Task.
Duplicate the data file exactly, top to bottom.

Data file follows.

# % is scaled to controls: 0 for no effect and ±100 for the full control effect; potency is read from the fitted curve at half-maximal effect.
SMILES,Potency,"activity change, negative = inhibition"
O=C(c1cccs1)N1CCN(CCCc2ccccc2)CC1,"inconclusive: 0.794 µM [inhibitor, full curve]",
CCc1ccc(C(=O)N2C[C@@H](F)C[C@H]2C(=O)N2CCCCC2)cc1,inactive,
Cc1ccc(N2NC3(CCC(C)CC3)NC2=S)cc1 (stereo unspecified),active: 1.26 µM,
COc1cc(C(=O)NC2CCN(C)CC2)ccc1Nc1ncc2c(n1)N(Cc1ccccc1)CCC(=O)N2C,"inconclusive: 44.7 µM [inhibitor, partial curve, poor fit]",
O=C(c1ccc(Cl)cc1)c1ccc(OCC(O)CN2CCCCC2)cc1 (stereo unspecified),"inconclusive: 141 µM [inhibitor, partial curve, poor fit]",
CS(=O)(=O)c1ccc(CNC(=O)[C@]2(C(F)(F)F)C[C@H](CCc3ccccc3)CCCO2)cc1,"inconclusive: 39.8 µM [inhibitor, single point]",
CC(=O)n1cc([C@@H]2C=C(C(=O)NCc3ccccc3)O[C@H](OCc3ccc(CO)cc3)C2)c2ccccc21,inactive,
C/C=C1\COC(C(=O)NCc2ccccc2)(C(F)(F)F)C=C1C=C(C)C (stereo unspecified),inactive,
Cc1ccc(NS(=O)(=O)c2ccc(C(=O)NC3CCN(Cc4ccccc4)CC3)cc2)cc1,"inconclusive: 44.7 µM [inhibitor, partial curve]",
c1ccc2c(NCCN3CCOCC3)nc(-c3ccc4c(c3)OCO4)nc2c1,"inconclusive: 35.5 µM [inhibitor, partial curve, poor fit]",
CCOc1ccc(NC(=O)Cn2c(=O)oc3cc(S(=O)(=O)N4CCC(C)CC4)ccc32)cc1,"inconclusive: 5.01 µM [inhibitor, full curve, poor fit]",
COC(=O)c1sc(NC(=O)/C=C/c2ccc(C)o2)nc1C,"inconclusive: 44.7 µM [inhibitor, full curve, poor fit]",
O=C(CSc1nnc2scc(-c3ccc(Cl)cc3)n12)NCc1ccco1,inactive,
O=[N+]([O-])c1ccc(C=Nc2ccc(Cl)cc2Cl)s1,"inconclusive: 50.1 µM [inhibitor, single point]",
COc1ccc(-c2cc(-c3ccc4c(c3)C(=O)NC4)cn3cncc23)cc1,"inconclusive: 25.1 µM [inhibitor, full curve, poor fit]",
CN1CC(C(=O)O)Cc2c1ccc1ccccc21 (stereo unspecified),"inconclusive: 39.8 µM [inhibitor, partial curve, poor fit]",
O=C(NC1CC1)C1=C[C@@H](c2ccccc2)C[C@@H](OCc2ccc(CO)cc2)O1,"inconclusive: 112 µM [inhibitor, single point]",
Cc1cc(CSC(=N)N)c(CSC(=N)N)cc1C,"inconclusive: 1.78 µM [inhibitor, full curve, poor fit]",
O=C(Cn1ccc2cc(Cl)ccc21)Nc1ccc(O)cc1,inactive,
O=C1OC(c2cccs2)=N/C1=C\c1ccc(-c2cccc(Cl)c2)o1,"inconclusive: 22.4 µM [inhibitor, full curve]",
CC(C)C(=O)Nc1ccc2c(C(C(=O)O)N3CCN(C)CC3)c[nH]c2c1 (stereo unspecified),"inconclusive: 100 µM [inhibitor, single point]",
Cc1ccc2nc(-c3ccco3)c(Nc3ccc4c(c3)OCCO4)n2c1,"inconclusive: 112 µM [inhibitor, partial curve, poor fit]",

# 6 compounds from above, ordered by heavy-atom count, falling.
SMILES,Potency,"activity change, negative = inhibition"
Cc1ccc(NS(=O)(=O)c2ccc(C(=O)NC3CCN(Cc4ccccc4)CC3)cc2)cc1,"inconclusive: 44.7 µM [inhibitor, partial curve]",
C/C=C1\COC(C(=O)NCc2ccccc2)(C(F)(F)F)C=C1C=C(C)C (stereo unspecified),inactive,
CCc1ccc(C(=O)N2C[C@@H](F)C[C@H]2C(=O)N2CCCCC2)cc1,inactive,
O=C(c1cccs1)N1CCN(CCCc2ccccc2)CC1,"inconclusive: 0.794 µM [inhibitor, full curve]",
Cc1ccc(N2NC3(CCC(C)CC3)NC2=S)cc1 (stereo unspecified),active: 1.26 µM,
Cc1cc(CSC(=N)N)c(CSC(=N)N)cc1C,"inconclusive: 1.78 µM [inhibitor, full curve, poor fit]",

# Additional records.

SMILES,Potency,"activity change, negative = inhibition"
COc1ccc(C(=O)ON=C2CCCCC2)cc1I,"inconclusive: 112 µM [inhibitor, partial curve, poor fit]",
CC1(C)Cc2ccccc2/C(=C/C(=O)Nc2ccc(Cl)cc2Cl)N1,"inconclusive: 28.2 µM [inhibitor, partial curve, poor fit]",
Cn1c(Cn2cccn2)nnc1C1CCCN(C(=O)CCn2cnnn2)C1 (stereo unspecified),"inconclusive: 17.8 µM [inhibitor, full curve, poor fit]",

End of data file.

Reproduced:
# % is scaled to controls: 0 for no effect and ±100 for the full control effect; potency is read from the fitted curve at half-maximal effect.
SMILES,Potency,"activity change, negative = inhibition"
O=C(c1cccs1)N1CCN(CCCc2ccccc2)CC1,"inconclusive: 0.794 µM [inhibitor, full curve]",
CCc1ccc(C(=O)N2C[C@@H](F)C[C@H]2C(=O)N2CCCCC2)cc1,inactive,
Cc1ccc(N2NC3(CCC(C)CC3)NC2=S)cc1 (stereo unspecified),active: 1.26 µM,
COc1cc(C(=O)NC2CCN(C)CC2)ccc1Nc1ncc2c(n1)N(Cc1ccccc1)CCC(=O)N2C,"inconclusive: 44.7 µM [inhibitor, partial curve, poor fit]",
O=C(c1ccc(Cl)cc1)c1ccc(OCC(O)CN2CCCCC2)cc1 (stereo unspecified),"inconclusive: 141 µM [inhibitor, partial curve, poor fit]",
CS(=O)(=O)c1ccc(CNC(=O)[C@]2(C(F)(F)F)C[C@H](CCc3ccccc3)CCCO2)cc1,"inconclusive: 39.8 µM [inhibitor, single point]",
CC(=O)n1cc([C@@H]2C=C(C(=O)NCc3ccccc3)O[C@H](OCc3ccc(CO)cc3)C2)c2ccccc21,inactive,
C/C=C1\COC(C(=O)NCc2ccccc2)(C(F)(F)F)C=C1C=C(C)C (stereo unspecified),inactive,
Cc1ccc(NS(=O)(=O)c2ccc(C(=O)NC3CCN(Cc4ccccc4)CC3)cc2)cc1,"inconclusive: 44.7 µM [inhibitor, partial curve]",
c1ccc2c(NCCN3CCOCC3)nc(-c3ccc4c(c3)OCO4)nc2c1,"inconclusive: 35.5 µM [inhibitor, partial curve, poor fit]",
CCOc1ccc(NC(=O)Cn2c(=O)oc3cc(S(=O)(=O)N4CCC(C)CC4)ccc32)cc1,"inconclusive: 5.01 µM [inhibitor, full curve, poor fit]",
COC(=O)c1sc(NC(=O)/C=C/c2ccc(C)o2)nc1C,"inconclusive: 44.7 µM [inhibitor, full curve, poor fit]",
O=C(CSc1nnc2scc(-c3ccc(Cl)cc3)n12)NCc1ccco1,inactive,
O=[N+]([O-])c1ccc(C=Nc2ccc(Cl)cc2Cl)s1,"inconclusive: 50.1 µM [inhibitor, single point]",
COc1ccc(-c2cc(-c3ccc4c(c3)C(=O)NC4)cn3cncc23)cc1,"inconclusive: 25.1 µM [inhibitor, full curve, poor fit]",
CN1CC(C(=O)O)Cc2c1ccc1ccccc21 (stereo unspecified),"inconclusive: 39.8 µM [inhibitor, partial curve, poor fit]",
O=C(NC1CC1)C1=C[C@@H](c2ccccc2)C[C@@H](OCc2ccc(CO)cc2)O1,"inconclusive: 112 µM [inhibitor, single point]",
Cc1cc(CSC(=N)N)c(CSC(=N)N)cc1C,"inconclusive: 1.78 µM [inhibitor, full curve, poor fit]",
O=C(Cn1ccc2cc(Cl)ccc21)Nc1ccc(O)cc1,inactive,
O=C1OC(c2cccs2)=N/C1=C\c1ccc(-c2cccc(Cl)c2)o1,"inconclusive: 22.4 µM [inhibitor, full curve]",
CC(C)C(=O)Nc1ccc2c(C(C(=O)O)N3CCN(C)CC3)c[nH]c2c1 (stereo unspecified),"inconclusive: 100 µM [inhibitor, single point]",
Cc1ccc2nc(-c3ccco3)c(Nc3ccc4c(c3)OCCO4)n2c1,"inconclusive: 112 µM [inhibitor, partial curve, poor fit]",

# 6 compounds from above, ordered by heavy-atom count, falling.
SMILES,Potency,"activity change, negative = inhibition"
Cc1ccc(NS(=O)(=O)c2ccc(C(=O)NC3CCN(Cc4ccccc4)CC3)cc2)cc1,"inconclusive: 44.7 µM [inhibitor, partial curve]",
C/C=C1\COC(C(=O)NCc2ccccc2)(C(F)(F)F)C=C1C=C(C)C (stereo unspecified),inactive,
CCc1ccc(C(=O)N2C[C@@H](F)C[C@H]2C(=O)N2CCCCC2)cc1,inactive,
O=C(c1cccs1)N1CCN(CCCc2ccccc2)CC1,"inconclusive: 0.794 µM [inhibitor, full curve]",
Cc1ccc(N2NC3(CCC(C)CC3)NC2=S)cc1 (stereo unspecified),active: 1.26 µM,
Cc1cc(CSC(=N)N)c(CSC(=N)N)cc1C,"inconclusive: 1.78 µM [inhibitor, full curve, poor fit]",

# Additional records.

SMILES,Potency,"activity change, negative = inhibition"
COc1ccc(C(=O)ON=C2CCCCC2)cc1I,"inconclusive: 112 µM [inhibitor, partial curve, poor fit]",
CC1(C)Cc2ccccc2/C(=C/C(=O)Nc2ccc(Cl)cc2Cl)N1,"inconclusive: 28.2 µM [inhibitor, partial curve, poor fit]",
Cn1c(Cn2cccn2)nnc1C1CCCN(C(=O)CCn2cnnn2)C1 (stereo unspecified),"inconclusive: 17.8 µM [inhibitor, full curve, poor fit]",